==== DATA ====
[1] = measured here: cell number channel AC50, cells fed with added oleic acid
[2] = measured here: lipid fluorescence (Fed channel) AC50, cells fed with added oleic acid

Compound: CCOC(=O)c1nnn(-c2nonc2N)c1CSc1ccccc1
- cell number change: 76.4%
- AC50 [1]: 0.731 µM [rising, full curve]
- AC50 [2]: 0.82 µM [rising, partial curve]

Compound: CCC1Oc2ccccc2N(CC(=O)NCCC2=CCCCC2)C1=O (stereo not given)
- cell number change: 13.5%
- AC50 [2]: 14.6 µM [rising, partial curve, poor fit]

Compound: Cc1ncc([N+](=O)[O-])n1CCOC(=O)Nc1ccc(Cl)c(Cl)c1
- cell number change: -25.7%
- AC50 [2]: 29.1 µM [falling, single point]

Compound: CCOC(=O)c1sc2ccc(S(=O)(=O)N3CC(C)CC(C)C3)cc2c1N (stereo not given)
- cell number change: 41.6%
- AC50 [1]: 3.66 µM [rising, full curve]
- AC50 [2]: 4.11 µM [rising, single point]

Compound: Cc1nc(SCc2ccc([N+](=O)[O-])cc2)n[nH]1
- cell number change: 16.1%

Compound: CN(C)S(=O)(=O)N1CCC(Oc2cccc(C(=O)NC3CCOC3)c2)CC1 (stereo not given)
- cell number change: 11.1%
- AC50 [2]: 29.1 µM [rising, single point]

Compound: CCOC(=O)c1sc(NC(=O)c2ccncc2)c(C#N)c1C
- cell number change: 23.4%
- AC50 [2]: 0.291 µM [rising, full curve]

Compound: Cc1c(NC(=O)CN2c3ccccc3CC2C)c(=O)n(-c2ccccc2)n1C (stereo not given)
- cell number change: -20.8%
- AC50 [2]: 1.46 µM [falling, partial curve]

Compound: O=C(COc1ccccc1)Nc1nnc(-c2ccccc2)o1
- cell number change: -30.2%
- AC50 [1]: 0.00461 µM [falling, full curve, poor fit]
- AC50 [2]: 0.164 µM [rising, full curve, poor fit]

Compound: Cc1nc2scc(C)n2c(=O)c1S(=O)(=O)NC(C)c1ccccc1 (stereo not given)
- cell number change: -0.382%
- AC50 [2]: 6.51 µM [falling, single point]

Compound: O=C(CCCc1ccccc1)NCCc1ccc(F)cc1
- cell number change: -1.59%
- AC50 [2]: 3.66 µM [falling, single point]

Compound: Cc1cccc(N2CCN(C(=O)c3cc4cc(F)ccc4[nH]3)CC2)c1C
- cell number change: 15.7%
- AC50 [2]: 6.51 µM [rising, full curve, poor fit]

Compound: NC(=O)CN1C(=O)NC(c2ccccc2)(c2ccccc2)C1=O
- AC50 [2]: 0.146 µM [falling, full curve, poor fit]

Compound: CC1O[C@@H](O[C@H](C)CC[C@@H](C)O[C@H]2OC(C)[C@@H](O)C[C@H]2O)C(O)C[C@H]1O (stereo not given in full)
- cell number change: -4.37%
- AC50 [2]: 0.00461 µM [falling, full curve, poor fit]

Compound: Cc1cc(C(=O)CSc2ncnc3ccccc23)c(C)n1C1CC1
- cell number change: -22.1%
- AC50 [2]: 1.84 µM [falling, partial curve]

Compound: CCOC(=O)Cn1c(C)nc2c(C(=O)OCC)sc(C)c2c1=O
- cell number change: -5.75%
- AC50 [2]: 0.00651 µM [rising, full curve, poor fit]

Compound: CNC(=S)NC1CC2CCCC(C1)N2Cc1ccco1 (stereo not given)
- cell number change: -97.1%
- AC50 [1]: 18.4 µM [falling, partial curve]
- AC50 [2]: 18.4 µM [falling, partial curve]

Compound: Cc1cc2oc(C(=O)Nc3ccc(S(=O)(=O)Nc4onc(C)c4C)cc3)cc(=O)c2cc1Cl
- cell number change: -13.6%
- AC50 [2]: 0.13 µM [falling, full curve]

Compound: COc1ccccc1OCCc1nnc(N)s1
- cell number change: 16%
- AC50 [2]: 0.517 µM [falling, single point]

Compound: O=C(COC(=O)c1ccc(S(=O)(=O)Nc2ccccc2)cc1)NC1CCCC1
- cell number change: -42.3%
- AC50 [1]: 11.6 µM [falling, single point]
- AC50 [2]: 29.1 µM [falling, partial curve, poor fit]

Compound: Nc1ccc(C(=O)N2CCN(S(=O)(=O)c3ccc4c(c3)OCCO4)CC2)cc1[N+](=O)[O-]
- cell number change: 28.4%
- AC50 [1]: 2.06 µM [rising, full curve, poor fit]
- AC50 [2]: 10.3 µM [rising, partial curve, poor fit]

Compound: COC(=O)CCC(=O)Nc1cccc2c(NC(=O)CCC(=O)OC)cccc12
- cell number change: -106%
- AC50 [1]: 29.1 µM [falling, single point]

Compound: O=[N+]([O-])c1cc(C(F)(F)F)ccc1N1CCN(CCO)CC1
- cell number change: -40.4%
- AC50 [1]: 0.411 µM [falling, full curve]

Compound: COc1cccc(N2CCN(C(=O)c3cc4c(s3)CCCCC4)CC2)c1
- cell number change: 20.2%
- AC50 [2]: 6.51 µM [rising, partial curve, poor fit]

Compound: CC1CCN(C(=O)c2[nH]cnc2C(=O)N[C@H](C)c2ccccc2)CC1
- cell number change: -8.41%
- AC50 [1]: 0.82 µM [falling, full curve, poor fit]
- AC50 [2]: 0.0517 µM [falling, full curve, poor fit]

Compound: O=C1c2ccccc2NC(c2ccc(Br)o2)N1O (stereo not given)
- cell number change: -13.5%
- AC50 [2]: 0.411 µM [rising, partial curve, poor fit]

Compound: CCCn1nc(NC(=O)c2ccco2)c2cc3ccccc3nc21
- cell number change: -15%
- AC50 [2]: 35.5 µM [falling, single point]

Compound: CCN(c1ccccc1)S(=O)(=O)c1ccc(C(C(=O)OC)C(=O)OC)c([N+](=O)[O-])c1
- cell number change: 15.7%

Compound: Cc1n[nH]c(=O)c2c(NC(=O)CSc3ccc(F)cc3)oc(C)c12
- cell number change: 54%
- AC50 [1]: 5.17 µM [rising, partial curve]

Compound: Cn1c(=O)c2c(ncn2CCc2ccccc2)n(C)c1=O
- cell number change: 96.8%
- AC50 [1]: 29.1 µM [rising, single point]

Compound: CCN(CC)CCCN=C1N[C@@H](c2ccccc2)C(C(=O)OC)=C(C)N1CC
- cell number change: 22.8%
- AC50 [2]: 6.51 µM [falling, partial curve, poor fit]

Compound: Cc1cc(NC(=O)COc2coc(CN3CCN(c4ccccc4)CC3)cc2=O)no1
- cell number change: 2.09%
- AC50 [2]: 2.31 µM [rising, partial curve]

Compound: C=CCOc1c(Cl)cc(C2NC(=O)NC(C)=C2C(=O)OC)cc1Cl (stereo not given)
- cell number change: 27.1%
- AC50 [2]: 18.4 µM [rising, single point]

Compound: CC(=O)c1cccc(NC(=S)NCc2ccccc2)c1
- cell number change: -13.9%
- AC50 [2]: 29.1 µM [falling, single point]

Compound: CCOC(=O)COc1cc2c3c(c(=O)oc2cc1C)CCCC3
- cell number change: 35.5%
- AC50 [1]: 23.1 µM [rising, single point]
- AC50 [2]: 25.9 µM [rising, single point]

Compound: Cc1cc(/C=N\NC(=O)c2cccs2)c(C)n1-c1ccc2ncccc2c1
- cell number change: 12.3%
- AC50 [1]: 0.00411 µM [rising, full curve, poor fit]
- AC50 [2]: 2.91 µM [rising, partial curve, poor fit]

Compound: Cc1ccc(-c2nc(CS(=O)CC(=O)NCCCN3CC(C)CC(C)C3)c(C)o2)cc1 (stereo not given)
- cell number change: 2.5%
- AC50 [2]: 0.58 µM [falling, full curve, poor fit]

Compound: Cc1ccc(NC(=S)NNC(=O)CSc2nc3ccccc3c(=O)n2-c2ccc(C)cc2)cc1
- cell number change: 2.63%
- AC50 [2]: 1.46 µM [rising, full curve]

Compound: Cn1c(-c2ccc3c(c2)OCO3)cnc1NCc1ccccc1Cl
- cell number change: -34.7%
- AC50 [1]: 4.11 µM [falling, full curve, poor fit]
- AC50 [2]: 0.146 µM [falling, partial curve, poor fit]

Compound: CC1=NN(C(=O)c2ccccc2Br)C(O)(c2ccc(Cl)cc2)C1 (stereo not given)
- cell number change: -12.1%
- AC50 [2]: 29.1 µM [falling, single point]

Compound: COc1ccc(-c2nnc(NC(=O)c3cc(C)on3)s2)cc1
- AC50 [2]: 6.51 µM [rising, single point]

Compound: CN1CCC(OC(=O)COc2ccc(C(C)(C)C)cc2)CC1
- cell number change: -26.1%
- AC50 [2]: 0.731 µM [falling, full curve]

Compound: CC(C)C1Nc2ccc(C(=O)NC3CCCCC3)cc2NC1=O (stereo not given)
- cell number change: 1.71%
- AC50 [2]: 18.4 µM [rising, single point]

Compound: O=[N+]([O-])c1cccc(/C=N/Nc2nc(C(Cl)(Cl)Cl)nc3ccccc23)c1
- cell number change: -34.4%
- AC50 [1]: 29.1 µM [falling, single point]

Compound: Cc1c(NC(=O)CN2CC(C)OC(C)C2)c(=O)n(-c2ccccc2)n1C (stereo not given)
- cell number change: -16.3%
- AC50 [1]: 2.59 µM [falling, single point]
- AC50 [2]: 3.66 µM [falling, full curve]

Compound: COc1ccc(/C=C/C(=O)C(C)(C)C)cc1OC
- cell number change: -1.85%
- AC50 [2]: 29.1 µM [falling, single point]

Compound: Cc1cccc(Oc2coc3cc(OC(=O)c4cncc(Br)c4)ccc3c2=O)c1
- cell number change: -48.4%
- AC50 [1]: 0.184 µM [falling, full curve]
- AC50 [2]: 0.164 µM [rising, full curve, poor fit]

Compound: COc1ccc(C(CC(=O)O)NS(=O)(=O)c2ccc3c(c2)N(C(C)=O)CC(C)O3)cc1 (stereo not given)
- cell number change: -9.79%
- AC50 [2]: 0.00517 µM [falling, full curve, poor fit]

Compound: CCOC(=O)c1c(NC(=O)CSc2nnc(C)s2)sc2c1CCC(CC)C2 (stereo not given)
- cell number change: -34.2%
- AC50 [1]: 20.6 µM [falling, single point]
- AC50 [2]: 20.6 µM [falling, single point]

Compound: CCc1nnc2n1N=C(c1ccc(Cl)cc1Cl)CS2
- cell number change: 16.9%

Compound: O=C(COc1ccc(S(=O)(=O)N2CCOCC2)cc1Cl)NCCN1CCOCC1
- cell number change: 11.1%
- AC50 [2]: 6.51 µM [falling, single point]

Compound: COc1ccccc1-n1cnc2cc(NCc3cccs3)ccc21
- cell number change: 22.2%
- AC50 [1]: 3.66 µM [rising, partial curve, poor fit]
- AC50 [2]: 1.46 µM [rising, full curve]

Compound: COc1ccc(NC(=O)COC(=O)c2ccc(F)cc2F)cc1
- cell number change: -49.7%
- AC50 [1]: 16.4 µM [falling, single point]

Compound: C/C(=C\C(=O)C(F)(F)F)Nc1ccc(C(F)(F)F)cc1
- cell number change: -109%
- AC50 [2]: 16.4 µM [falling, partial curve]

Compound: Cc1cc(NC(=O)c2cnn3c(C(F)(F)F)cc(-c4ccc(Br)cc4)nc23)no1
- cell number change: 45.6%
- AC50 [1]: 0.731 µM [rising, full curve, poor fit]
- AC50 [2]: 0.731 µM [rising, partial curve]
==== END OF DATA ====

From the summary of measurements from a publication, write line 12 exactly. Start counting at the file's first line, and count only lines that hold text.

- AC50 [2]: 29.1 µM [falling, single point]